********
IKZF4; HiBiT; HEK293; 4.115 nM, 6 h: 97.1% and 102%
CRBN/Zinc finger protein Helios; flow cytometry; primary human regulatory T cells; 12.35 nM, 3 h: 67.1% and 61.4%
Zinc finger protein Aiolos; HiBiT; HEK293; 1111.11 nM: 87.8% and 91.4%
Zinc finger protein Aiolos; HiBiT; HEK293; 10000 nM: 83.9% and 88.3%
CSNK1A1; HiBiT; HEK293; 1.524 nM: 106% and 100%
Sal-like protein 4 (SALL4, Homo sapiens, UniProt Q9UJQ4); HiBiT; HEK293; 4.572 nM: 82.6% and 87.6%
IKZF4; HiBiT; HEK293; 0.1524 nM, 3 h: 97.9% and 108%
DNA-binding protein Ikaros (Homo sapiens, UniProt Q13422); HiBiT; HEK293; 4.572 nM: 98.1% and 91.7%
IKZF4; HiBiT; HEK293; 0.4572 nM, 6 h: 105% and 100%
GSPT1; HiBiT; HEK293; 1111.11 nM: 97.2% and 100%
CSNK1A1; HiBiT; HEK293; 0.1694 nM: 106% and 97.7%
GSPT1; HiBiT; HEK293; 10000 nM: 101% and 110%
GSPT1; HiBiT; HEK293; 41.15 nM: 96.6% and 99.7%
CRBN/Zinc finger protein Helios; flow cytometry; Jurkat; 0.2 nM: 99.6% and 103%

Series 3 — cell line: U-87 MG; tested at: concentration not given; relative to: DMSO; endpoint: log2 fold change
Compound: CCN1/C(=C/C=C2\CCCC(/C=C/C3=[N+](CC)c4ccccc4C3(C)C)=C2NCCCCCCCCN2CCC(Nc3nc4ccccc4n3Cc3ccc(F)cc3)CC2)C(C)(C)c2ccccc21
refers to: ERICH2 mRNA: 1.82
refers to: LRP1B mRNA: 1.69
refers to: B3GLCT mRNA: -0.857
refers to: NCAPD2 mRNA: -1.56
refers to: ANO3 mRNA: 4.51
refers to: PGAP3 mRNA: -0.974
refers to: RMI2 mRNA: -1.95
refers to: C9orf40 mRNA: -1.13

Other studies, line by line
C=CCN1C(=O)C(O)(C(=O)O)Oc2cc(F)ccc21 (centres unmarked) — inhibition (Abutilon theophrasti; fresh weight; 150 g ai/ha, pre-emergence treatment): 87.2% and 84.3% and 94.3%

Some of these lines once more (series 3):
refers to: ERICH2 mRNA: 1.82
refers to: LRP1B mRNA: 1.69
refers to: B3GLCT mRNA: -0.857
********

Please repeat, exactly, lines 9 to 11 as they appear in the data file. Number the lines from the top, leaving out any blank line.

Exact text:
IKZF4; HiBiT; HEK293; 0.4572 nM, 6 h: 105% and 100%
GSPT1; HiBiT; HEK293; 1111.11 nM: 97.2% and 100%
CSNK1A1; HiBiT; HEK293; 0.1694 nM: 106% and 97.7%